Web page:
The two categories of foods that I think are most important to buy organic is dairy and meat. Even more so then produce. People focus a lot on produce and in doing so focus on pesticides and GMO. These are important issues, but when you look at meat and dairy there are even more reasons to consider organics.

There are a couple reasons why dairy and meat are so important to consider buying organic.

1) Hormones and antibiotics: I disagree with the hormones (specific to the dairy industry) and antibiotics used on livestock. 100% disagree. The reason they are given antibiotics is because they are being fed a diet they were never intended to eat (corn) and because they are so many of them per square foot. Just like humans, when you have more bodies in close proximity, disease spreads faster.

2) Size of the farm: A big part of the reason why they are given antibiotics is because of the large scale of industrial farming. Sure, they reduce some costs via the economy of scale of 10000 head of cattle versus 200 per ‘farmer.’ But 200 cattle just ate the grass growing on the farm. And didn’t need antibiotics (nearly as often- I assume in small scale pre-organic farms antibiotics were still occasionally used, but I don’t know). Farms will self-sustaining- saving seeds, feeding animals off the land. They didn’t need the huge expensive inputs that industrial scale farming needs. Today’s industrial farms truck in and out a lot: food, water, waste, equipment, ect.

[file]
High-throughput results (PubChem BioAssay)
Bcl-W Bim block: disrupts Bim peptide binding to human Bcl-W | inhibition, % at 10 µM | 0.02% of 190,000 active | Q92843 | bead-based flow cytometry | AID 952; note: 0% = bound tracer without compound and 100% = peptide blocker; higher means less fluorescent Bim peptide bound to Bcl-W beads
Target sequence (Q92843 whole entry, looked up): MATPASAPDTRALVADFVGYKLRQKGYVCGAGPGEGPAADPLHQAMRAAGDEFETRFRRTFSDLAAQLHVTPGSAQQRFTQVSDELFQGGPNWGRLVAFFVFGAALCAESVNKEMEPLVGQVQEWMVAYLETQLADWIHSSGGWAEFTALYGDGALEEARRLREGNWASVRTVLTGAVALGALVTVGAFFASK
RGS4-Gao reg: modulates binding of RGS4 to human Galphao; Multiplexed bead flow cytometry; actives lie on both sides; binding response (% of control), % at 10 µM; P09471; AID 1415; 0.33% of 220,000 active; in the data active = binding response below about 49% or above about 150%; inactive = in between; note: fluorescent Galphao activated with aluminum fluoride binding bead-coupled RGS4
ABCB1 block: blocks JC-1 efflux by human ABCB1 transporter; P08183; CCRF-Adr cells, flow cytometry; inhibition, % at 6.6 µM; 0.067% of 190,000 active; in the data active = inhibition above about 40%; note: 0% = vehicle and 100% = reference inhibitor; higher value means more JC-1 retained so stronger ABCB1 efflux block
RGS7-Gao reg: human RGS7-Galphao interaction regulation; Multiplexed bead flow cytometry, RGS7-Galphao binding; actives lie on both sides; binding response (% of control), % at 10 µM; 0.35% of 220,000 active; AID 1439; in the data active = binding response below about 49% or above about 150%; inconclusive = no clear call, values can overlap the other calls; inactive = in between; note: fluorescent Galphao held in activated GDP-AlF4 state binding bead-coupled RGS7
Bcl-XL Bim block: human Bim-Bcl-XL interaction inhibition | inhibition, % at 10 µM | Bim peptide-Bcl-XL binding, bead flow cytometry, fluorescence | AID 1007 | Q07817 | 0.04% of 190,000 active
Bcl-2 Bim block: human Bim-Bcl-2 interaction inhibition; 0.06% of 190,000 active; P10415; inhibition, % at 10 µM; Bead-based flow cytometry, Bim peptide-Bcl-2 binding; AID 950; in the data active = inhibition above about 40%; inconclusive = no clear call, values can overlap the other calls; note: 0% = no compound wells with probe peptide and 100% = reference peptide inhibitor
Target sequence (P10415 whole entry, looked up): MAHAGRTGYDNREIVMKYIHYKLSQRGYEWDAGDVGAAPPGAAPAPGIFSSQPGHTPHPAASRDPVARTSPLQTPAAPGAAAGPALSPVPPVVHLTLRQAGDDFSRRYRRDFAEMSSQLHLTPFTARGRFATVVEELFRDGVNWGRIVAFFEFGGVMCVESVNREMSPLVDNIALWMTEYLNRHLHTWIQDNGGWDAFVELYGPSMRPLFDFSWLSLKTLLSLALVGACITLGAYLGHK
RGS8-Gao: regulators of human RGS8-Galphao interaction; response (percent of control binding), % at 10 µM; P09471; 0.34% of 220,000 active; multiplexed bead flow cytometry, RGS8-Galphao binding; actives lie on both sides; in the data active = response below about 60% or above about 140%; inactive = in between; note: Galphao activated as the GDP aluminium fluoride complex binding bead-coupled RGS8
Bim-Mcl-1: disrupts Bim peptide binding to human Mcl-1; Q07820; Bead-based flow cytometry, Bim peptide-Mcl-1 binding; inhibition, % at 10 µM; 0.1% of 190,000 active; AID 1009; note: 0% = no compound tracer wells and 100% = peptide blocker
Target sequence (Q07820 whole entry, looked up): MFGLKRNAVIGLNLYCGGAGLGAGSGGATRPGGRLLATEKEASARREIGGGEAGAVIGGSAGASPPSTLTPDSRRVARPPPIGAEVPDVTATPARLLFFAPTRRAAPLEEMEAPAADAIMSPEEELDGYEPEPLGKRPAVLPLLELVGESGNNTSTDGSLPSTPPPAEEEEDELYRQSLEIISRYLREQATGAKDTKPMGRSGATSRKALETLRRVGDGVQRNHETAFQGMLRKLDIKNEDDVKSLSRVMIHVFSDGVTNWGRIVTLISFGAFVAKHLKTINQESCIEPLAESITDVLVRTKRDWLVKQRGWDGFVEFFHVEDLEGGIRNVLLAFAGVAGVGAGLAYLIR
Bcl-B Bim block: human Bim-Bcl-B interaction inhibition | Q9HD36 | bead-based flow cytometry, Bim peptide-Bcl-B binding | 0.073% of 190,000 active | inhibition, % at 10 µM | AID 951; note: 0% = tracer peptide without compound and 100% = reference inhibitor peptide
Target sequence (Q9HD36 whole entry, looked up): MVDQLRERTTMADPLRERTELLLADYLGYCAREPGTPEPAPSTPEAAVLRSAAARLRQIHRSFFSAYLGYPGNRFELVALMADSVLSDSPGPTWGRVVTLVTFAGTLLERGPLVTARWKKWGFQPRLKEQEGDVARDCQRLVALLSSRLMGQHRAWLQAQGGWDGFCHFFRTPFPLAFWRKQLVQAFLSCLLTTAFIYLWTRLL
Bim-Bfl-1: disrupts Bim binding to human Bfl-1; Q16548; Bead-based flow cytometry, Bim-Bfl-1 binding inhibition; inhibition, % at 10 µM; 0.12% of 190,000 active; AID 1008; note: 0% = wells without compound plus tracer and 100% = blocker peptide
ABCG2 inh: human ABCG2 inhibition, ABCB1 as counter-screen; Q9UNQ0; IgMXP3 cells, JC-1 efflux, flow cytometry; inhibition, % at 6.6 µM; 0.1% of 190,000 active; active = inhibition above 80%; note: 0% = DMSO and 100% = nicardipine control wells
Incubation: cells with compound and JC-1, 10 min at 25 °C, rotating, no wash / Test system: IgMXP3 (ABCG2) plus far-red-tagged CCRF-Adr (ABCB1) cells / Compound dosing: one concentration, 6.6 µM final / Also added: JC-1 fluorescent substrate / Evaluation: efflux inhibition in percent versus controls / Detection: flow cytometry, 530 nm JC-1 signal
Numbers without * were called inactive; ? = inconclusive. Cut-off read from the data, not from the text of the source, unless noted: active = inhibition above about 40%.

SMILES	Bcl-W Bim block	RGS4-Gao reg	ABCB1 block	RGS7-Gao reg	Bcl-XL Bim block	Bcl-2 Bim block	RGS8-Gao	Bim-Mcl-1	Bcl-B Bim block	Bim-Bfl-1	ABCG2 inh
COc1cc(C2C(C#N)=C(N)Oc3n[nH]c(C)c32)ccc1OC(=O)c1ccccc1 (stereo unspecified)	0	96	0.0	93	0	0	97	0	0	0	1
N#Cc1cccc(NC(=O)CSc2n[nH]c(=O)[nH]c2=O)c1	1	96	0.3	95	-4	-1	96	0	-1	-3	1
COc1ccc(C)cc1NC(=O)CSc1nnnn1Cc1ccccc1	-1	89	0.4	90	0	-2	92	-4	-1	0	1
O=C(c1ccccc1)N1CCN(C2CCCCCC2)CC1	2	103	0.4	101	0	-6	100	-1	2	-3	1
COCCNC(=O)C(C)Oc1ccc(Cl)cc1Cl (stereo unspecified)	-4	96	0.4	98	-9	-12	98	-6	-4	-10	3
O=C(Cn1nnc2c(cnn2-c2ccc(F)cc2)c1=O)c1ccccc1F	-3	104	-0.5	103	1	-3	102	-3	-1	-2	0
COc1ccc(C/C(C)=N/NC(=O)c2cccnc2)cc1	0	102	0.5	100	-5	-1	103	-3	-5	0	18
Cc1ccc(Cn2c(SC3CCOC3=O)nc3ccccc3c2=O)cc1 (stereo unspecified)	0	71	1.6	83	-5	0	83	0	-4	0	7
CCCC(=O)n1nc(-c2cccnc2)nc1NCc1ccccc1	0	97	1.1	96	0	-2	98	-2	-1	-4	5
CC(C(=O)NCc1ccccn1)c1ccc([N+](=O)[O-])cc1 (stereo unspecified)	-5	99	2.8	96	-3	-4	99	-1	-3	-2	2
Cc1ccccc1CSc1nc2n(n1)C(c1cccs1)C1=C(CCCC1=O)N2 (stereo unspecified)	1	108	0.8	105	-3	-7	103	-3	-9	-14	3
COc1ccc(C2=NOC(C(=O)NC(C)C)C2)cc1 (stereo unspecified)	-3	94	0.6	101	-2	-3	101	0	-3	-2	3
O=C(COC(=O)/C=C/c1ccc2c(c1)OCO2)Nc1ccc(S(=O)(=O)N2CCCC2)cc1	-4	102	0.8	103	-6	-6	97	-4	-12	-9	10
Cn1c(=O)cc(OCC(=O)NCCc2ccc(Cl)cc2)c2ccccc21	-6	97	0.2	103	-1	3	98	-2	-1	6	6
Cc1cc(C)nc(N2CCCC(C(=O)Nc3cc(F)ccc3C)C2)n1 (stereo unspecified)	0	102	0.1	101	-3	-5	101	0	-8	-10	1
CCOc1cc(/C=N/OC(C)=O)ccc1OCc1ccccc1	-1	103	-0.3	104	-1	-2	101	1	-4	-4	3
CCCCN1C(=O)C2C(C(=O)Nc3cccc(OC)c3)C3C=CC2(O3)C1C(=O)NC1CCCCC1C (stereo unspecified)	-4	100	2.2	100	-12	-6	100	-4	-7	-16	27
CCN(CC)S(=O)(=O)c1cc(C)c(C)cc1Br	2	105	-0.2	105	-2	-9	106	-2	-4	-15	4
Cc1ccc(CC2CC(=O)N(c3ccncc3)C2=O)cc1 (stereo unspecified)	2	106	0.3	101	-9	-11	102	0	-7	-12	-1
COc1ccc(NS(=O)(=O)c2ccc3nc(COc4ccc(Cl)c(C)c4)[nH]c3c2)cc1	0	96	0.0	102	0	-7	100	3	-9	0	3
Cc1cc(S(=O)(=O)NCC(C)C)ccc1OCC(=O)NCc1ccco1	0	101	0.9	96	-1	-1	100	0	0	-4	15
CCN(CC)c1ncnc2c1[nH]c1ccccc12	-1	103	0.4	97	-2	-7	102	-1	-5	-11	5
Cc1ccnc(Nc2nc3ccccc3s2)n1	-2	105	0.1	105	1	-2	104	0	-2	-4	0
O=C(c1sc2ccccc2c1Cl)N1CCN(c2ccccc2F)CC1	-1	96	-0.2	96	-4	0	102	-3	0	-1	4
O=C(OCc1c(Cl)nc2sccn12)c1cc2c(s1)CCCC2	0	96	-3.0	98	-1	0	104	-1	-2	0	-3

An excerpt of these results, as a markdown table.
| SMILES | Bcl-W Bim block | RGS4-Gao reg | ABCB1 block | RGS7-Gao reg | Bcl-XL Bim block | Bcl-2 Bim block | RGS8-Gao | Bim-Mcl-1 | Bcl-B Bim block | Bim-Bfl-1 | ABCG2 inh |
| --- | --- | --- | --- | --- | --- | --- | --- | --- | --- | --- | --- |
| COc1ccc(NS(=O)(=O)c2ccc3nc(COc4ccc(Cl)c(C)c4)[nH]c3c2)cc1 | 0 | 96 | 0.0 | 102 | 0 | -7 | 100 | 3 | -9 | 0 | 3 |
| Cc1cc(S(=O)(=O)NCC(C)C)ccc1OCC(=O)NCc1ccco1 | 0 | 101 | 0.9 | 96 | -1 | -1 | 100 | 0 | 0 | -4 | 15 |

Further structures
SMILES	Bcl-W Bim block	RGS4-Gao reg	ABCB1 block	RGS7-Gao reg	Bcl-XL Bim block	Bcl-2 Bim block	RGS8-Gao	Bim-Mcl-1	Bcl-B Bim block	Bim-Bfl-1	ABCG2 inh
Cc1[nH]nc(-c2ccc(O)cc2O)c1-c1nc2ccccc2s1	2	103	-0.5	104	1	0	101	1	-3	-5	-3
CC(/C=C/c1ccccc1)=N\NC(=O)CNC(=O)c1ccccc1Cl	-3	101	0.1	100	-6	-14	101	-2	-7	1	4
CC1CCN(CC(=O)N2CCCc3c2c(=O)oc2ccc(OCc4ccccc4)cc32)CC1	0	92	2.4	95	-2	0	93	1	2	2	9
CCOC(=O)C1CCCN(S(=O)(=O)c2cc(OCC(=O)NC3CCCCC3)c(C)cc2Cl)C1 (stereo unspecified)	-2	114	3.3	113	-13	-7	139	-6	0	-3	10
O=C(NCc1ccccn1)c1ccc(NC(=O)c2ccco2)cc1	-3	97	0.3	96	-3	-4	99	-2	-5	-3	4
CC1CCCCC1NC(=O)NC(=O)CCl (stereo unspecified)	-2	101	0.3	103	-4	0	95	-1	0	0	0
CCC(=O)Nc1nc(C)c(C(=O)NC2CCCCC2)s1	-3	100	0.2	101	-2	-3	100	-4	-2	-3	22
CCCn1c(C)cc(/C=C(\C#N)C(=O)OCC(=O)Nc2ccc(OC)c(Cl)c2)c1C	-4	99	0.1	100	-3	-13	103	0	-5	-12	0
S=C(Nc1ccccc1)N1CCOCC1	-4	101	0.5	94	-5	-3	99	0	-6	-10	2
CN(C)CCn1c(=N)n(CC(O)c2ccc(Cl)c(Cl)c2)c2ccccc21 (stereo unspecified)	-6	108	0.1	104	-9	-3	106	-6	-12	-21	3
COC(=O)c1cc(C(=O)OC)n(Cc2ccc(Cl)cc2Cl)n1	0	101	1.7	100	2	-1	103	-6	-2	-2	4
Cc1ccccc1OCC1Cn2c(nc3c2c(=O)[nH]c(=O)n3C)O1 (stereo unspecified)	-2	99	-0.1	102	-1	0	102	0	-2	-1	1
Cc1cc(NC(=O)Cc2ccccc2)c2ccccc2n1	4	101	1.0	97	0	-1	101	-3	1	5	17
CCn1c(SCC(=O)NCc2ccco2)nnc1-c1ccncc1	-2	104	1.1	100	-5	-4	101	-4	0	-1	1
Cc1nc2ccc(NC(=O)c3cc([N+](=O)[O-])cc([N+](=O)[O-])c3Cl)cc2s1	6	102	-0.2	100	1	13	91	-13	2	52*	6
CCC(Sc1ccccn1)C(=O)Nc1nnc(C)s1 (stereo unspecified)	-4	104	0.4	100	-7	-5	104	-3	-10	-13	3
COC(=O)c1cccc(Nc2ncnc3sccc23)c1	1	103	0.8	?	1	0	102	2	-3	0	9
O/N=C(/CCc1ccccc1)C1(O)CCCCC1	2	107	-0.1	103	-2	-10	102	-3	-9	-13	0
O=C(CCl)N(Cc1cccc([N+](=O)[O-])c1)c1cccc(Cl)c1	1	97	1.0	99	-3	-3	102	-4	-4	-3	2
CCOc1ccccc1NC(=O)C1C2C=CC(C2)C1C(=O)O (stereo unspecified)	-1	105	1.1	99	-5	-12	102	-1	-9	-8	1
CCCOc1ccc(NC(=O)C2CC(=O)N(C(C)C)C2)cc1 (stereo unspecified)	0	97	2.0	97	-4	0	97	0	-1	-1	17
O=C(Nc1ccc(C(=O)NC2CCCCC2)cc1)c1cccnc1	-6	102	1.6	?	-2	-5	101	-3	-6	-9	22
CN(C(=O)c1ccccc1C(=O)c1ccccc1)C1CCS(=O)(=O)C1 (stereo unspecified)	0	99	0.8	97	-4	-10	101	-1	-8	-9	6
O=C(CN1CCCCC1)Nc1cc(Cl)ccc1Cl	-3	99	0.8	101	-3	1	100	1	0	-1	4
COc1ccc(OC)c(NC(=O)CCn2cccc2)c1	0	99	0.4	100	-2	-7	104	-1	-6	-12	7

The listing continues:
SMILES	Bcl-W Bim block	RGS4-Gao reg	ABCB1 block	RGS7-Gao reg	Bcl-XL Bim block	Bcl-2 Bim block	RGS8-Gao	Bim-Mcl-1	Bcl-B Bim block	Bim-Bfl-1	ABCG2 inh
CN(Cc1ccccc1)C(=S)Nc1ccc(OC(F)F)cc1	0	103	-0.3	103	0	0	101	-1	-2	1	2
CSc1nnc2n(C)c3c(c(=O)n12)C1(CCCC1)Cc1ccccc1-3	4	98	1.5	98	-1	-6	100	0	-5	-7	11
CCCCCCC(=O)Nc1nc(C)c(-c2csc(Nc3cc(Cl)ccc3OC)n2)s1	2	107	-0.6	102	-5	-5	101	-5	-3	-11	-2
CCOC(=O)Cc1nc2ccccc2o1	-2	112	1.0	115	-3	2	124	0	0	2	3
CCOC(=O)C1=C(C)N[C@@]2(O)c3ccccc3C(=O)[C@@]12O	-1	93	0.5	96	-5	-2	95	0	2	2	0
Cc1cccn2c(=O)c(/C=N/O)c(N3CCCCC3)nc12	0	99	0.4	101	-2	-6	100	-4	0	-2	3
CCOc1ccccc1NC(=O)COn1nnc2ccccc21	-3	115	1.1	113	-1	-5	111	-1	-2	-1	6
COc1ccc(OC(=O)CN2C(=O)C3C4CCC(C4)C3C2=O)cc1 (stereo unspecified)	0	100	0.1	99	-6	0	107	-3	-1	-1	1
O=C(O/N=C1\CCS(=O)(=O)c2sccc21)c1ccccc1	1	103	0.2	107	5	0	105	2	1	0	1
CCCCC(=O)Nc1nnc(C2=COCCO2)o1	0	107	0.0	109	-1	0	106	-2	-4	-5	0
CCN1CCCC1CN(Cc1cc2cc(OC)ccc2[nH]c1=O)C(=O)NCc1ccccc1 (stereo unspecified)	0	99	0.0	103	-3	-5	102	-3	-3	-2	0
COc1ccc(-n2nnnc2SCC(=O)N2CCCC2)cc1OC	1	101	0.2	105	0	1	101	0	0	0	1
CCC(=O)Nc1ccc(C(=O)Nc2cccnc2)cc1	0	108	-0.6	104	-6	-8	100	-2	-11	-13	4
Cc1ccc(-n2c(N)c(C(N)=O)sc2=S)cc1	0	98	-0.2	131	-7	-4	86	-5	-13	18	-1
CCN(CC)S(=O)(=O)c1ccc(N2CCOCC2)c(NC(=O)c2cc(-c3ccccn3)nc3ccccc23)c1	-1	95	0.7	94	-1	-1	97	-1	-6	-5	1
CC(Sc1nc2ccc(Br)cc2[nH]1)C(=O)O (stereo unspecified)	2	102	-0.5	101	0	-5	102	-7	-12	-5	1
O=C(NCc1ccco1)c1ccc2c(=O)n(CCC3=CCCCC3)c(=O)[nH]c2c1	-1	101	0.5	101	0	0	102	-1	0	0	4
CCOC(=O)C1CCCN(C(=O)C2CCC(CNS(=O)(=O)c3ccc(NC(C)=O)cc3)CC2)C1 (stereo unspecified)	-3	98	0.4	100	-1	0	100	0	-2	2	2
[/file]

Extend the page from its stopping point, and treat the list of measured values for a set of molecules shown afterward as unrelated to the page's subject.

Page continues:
3) Health of the animals: Part of the issue I have is the way the animals are treated and their health. I heard somewhere that the length of time from hatch to harvest for an industrial chicken has been dramatically reduced over the last 100 years, by over feeding for the sake of a more ‘efficient’ harvest. Think about that for a minute. If you are fed way too much what happens? You gain fat. So are these super-fast-to-market chickens who get no exercise because they are packed into a very small space, really healthy for us to eat if the reason they are harvested so quickly is that they packed on the fat? Michael Pollan talks in his book “Omnivores Dilemma” about the difference in the type of fat in a organic grass fed meat versus an industrial grain fed meat (on p. 267-268 to be exact). It seems, not surprisingly, that grass fed, pastoral animals have less saturated fat and more essential fatty acids then their industrial counterparts.